It is quite easy to recommend a beginning workout program for someone who seeks general fitness and body sculpting, after we determine that person’s goals.

5 or 6 basic movements may be recommended, along with some cardio. Resistance levels, sets and reps can be established. As progress is made, these can be changed so that further growth may be encouraged.

Specific workout measures may be important in the beginning stages or to enhance workouts later on. Here are some examples of specialization needs initially:

  • Maybe our beginning needs are only to strengthen or rehabilitate a specific body part.
  • We may only be interested in preparing for a specific sport

I am not a workout beginner, but I am currently trying to rehab my rotator cuff at my right side. My practice is to begin with12 remedial stretches to improve my range of motion. Then I do 4 core sets and 2 calf muscle sets. On alternate days, I do the same but add sets for my back and triceps, which are pulling movements only. I will not do pushing or pressing movements until my shoulder is healed and I have allowed 30 days after the healing. Shoulders are sensitive.

Let’s assume that you are seeking a program to improve your tennis game. When I played tennis, the obvious answer was to play and practice tennis as much as possible, to tape my ankles and to work on problem areas. This preparation still seems reasonable, but there are additional ways and means to improve tennis fitness. Here are a few:

  • Hold a medicine ball with both hands, then throw it as hard as you can against a wall, as you twist your body
  • Do chin – ups to strengthen back and shoulders
  • Do weighted squats
  • Do bench presses or push – ups
  • Do lots of rope jumping

I noticed that many of these same movements were also appropriate for conditioning for baseball, especially the medicine ball throws. For golf, it was important to place exercise bands around your lower legs and to walk ahead and sideways – among many other movements. Leg lunges were cited as important for all sports conditioning.

It goes without saying, but I will say it anyway. Sports conditioning should not be seen as a replacement for practicing that sport, only an additive.


Our genetic makeup is such that we may not develop our body in a symmetrical way. Even with evenly structured workout programs, we may find that some body parts are improving while others are lagging. Consider this scenario:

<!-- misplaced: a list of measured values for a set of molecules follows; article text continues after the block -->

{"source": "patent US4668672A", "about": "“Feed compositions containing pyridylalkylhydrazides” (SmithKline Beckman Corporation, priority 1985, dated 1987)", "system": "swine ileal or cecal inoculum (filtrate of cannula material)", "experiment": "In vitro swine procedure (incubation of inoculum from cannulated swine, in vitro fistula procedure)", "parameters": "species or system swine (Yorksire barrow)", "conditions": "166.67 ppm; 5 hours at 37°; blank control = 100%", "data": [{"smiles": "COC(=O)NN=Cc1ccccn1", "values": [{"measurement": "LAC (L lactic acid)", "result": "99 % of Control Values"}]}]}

• We are working out 3 days per week
  • Our program is to do: 2 back sets, 2 chest sets, 2 shoulder sets, 2 triceps sets, 2 biceps sets, 2 abdominal sets, 2 upper leg sets and 2 calf sets. We do cardio on alternate days. We control calories and eat healthy food.
  • After a few months, our upper torso is becoming larger and more muscular, but our legs are not growing. We seem lopsided.

In this case, I would make these recommendations:

  • Cut back to one set for back, chest, shoulders, triceps, biceps and abdominals.
  • Begin doing 4 upper legs sets and 4 calf sets.
  • Do all leg sets at the beginning of the workout, when you are stronger and more energetic

Another option would be to do upper body sets one day, legs the next – and cardio both days.

Bear in mind: it is not unusual to develop one’s body disproportionately. It would be more unusual to never need to tweak a workout program to accommodate uneven progress.

It is also not unusual to always have an uneven physique or figure. Just look around at the gym, swimming pool, or beach. But we can at least try to structure our workouts in order to get the best from our genetic predispositions. It takes hard work and persistence, but bodies can be significantly changed and improved.


Based on the foregoing paragraphs, here are a few suggestions for necessary equipment:


In a discussion of workout specialization, it seems prudent to also add that specific spot reduction can not be achieved by any exercise movement, unless we include a program of cardio exercise and calorie reduction as well. See my previous post on THE MYTH OF SPOT REDUCTION.

It would also follow that a specialized movement to increase the size or definition of a body part would not occur in isolation from the rest of our body. But it is not likely that such would be desired anyway.

To review:

  • Establish a goal – why do you want to work out?
  • Begin with basic exercises to that end
  • Tweak your program as you see the need
  • Be aware of genetic limitations
  • But proceed diligently and look for significant physical improvements

Please leave any comments or questions in the “Comments” box below. Also, I would be thankful for any suggestions for other workout topics that you may have. Audience participation is great to have and this engagement keeps me better informed. Also, email me – richard@myworkoutathome.com.

Be well!


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